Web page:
Knowledge base combinations and firm growth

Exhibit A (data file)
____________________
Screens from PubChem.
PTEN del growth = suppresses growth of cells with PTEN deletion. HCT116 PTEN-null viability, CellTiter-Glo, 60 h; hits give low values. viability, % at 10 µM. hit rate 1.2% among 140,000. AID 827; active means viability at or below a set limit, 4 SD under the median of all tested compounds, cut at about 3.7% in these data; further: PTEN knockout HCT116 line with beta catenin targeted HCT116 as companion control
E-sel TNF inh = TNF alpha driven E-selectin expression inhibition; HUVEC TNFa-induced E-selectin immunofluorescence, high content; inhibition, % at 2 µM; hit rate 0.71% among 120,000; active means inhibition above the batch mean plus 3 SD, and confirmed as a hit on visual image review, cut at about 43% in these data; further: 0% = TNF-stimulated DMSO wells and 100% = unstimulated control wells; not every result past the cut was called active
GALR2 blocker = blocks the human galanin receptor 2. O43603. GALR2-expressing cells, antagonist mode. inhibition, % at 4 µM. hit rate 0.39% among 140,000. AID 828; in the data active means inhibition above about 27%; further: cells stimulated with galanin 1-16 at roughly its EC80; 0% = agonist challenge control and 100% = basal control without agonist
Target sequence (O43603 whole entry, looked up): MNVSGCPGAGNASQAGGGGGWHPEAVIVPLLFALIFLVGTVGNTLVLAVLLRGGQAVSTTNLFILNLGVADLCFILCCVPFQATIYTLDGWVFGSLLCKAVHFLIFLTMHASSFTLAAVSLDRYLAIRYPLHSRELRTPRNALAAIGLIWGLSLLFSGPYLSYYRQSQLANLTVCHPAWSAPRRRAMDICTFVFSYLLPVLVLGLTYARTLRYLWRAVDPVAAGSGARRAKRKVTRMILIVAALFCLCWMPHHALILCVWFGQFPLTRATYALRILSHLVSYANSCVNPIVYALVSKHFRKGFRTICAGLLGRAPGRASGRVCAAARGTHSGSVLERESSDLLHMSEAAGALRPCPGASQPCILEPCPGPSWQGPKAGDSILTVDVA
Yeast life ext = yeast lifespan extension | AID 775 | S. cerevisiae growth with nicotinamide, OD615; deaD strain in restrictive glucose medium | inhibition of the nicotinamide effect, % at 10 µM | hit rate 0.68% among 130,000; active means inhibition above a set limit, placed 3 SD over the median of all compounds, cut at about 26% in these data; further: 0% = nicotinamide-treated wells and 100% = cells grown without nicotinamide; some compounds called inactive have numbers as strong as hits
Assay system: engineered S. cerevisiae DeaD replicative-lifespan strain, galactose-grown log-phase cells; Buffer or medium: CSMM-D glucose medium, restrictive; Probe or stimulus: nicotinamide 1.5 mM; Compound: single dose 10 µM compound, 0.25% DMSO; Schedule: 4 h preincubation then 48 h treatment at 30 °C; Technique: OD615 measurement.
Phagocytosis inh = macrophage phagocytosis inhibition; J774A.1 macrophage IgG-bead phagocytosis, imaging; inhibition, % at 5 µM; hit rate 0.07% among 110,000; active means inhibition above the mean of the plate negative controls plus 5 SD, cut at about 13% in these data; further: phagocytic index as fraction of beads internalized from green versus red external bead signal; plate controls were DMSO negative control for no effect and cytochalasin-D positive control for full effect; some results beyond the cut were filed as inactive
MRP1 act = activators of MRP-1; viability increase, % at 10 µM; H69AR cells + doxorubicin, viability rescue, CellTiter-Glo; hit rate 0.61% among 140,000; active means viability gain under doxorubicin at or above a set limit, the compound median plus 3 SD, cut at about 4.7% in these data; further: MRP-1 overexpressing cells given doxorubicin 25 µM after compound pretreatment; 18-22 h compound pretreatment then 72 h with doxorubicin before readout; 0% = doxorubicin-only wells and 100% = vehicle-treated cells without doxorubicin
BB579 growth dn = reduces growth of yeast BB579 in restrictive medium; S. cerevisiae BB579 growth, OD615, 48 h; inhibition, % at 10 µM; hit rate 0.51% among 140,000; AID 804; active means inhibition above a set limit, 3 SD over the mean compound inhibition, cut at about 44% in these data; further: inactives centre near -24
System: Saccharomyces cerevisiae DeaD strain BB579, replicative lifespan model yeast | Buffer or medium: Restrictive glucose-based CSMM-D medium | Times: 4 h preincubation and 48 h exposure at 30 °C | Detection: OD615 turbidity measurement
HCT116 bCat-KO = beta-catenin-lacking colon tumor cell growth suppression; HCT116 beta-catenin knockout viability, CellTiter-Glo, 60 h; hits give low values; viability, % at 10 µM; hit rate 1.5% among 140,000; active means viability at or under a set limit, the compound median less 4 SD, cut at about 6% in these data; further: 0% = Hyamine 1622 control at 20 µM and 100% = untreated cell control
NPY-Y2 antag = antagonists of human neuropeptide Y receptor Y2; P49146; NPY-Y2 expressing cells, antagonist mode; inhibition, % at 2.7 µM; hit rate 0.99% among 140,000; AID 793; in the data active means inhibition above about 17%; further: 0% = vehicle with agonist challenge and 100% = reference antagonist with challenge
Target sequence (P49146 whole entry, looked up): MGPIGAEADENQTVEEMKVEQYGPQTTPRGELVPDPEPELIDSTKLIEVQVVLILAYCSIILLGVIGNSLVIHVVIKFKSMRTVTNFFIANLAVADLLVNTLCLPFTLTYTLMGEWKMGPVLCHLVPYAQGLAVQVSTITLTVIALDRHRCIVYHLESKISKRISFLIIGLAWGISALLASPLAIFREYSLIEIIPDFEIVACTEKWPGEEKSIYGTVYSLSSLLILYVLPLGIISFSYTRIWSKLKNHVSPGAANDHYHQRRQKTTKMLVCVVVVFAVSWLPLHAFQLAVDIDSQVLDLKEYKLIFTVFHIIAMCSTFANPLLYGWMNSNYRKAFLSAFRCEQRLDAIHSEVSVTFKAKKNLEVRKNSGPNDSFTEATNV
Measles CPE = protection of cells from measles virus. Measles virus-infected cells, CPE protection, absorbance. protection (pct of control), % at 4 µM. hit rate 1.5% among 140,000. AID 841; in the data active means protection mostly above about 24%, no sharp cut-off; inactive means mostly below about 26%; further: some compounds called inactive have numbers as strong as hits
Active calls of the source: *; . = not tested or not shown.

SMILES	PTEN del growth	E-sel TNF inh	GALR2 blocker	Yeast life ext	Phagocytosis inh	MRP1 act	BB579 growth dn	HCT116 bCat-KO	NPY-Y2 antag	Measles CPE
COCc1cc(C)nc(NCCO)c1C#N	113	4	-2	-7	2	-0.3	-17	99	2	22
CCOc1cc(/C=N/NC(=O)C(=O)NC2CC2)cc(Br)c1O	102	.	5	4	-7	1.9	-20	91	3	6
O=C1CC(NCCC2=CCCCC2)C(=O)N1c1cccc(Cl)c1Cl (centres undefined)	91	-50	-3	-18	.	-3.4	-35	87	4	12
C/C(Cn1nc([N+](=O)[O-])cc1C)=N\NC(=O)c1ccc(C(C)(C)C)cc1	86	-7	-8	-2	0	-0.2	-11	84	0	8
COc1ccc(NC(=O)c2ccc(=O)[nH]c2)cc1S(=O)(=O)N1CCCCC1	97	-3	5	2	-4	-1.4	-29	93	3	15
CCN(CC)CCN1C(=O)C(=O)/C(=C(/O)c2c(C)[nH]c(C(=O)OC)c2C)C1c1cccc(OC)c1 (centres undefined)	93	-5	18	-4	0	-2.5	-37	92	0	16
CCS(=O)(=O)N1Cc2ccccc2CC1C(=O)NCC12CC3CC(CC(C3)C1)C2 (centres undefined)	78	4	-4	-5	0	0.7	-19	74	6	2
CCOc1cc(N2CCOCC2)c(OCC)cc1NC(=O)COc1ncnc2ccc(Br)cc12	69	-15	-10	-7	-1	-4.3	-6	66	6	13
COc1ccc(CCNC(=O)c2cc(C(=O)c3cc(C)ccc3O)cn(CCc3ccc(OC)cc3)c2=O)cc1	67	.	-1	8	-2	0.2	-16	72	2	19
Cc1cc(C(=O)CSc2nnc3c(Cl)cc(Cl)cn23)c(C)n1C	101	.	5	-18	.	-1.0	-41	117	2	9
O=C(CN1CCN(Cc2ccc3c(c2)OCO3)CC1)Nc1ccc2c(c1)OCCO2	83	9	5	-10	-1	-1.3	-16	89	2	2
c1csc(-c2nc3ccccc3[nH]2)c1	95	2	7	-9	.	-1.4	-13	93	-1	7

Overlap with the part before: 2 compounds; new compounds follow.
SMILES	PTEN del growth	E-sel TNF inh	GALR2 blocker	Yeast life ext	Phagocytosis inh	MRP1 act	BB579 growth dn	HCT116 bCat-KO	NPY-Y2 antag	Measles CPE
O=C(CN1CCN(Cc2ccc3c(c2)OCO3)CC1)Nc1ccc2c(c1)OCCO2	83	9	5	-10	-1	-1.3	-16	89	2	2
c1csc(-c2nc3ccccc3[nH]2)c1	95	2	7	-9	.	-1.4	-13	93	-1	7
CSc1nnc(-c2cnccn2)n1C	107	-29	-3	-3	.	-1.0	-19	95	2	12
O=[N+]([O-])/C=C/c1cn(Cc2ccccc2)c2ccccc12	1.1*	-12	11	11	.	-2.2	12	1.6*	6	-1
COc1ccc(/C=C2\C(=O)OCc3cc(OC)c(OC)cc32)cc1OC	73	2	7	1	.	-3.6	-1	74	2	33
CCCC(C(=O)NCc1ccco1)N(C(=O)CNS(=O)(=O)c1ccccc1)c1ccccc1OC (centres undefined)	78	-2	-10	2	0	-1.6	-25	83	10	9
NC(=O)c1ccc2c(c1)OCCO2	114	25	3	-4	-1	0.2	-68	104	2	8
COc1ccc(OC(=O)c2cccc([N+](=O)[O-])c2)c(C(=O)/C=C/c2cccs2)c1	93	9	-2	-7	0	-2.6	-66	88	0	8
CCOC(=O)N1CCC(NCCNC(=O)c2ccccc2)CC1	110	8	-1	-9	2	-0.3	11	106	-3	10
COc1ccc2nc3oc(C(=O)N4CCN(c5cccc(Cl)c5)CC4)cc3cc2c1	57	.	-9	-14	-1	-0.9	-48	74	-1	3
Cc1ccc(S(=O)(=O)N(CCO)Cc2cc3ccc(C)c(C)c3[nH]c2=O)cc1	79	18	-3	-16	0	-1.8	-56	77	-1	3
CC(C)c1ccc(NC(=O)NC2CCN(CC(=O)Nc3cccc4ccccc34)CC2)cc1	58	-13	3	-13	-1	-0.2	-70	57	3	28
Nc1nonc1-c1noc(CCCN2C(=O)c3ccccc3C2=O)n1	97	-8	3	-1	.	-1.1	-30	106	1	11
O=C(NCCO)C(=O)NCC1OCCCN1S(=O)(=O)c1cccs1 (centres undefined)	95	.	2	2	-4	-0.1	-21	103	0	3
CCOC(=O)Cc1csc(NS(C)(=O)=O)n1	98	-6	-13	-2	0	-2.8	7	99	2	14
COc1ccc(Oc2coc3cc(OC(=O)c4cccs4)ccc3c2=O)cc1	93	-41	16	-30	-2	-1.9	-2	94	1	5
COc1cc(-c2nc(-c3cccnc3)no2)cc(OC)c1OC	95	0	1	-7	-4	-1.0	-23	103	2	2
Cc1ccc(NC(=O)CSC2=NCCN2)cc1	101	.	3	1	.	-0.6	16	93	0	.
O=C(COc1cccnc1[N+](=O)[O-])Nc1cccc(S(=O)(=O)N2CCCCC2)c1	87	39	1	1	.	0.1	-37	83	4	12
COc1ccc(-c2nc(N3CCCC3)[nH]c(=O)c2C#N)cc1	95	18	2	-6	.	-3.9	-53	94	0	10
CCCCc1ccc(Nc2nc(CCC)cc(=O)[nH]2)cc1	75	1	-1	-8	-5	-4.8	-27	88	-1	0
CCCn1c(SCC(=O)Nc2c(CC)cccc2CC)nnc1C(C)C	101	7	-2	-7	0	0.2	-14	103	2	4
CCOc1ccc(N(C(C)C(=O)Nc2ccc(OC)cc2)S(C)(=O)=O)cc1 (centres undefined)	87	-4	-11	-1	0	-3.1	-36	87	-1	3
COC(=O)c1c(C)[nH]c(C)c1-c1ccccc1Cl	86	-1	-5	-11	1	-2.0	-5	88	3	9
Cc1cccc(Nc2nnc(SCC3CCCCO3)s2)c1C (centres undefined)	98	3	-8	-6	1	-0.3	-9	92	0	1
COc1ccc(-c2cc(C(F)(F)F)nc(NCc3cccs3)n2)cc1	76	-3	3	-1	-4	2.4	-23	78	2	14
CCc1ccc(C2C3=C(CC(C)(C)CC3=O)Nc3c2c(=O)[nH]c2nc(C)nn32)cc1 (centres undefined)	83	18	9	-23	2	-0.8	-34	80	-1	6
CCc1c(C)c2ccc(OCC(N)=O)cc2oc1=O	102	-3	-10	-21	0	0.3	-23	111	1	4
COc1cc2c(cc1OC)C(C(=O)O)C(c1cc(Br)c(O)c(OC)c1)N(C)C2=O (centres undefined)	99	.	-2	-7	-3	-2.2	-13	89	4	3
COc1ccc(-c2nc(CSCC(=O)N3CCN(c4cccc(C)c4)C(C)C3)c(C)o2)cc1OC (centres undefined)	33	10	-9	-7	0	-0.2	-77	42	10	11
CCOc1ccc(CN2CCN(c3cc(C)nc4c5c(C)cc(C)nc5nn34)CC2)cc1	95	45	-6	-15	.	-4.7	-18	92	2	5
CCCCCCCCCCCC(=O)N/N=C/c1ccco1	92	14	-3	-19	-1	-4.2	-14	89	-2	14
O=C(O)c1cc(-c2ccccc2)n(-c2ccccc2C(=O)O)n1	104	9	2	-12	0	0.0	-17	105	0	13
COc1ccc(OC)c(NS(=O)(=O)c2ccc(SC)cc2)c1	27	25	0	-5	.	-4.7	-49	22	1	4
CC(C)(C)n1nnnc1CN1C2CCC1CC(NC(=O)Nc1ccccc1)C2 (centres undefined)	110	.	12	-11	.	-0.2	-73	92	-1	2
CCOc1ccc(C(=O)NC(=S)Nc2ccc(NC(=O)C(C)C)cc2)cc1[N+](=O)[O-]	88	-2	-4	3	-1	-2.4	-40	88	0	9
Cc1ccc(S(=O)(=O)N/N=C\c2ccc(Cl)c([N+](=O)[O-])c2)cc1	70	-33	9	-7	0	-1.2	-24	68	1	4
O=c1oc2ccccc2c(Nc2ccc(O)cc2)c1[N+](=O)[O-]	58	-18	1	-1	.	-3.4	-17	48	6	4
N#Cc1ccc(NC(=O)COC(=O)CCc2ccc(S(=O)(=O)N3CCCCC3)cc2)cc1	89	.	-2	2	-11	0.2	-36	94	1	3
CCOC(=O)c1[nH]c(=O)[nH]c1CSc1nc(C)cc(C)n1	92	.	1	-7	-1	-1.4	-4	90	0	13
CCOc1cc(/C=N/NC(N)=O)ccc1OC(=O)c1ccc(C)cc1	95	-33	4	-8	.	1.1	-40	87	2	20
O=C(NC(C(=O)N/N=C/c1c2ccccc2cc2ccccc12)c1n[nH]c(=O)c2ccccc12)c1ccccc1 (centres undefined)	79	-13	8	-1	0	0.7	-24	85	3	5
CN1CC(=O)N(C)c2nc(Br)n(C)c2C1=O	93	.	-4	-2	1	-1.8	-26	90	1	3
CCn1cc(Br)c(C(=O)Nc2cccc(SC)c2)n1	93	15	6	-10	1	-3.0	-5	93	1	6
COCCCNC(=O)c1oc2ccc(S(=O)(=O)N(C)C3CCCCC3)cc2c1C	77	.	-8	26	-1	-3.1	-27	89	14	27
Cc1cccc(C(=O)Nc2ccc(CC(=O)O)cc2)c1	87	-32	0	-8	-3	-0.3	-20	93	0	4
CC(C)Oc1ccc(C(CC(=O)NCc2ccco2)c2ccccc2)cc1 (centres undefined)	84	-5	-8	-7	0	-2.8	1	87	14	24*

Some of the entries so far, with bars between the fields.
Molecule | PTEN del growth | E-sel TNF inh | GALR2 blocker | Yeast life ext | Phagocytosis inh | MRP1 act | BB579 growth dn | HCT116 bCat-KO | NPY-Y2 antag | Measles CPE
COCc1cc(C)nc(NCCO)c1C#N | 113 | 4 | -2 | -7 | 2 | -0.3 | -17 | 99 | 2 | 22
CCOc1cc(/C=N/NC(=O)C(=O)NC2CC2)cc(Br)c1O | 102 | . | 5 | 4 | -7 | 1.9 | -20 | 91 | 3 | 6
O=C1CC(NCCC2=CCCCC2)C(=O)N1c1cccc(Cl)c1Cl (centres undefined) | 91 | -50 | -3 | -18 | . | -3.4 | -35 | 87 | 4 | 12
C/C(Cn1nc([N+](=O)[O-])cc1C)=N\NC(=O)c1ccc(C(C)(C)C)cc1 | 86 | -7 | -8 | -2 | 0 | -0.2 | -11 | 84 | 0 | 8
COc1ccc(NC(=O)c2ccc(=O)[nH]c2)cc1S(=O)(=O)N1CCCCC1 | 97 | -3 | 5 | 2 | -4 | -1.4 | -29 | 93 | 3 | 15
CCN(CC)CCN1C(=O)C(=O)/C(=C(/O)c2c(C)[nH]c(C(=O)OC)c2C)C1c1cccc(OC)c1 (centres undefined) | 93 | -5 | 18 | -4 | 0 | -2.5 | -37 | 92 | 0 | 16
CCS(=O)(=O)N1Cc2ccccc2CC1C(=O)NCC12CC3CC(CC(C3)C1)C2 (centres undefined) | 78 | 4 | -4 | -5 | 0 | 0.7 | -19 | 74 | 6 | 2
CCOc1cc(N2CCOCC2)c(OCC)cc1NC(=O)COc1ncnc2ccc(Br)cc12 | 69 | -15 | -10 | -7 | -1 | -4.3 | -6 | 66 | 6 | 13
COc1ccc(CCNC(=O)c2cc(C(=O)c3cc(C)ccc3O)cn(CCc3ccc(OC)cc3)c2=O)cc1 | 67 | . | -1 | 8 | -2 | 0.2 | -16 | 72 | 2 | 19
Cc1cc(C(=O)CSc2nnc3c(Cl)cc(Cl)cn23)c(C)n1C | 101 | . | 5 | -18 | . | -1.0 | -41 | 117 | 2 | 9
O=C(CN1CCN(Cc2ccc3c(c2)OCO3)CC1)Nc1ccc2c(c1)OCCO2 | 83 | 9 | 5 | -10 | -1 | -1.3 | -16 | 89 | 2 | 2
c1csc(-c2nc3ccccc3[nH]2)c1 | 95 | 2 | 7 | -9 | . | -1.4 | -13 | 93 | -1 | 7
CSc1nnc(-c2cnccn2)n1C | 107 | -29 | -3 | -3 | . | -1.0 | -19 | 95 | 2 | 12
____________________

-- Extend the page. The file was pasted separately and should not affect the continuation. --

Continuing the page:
The link between knowledge and firm growth has been a core topic in economics of innovation for a long time. However, despite strong theoretical arguments, empirical evidence remains inconclusive. One important reason for this conundrum may be the failure of standard indicators to capture firm innovation activities comprehensively. We contribute to overcoming this limitation by looking in the knowledge processes that drive variegated forms of innovation and aim thereby to establish a solid relationship with firm growth in more detail. Our arguments draw on the differentiated knowledge base approach, distinguishing between analytical, synthetic, and symbolic knowledge. We measure the three types of knowledge bases with detailed longitudinal linked-employer-employee micro-data from Sweden. Econometric findings based on a very large sample of small and medium-sized firms indicate significantly positive effects of the three knowledge types, and in particular combinations thereof, on firm growth. In addition, we show that not only high-growth but also slow-growth firms benefit immensely from the use of combinatory knowledge bases. We find evidence on a curvilinear relation between knowledge bases and growth of firms. Beyond certain thresholds increasing the knowledge bases further results in decreasing firm growth. Our results remain robust in a wide range of specifications and econometric models.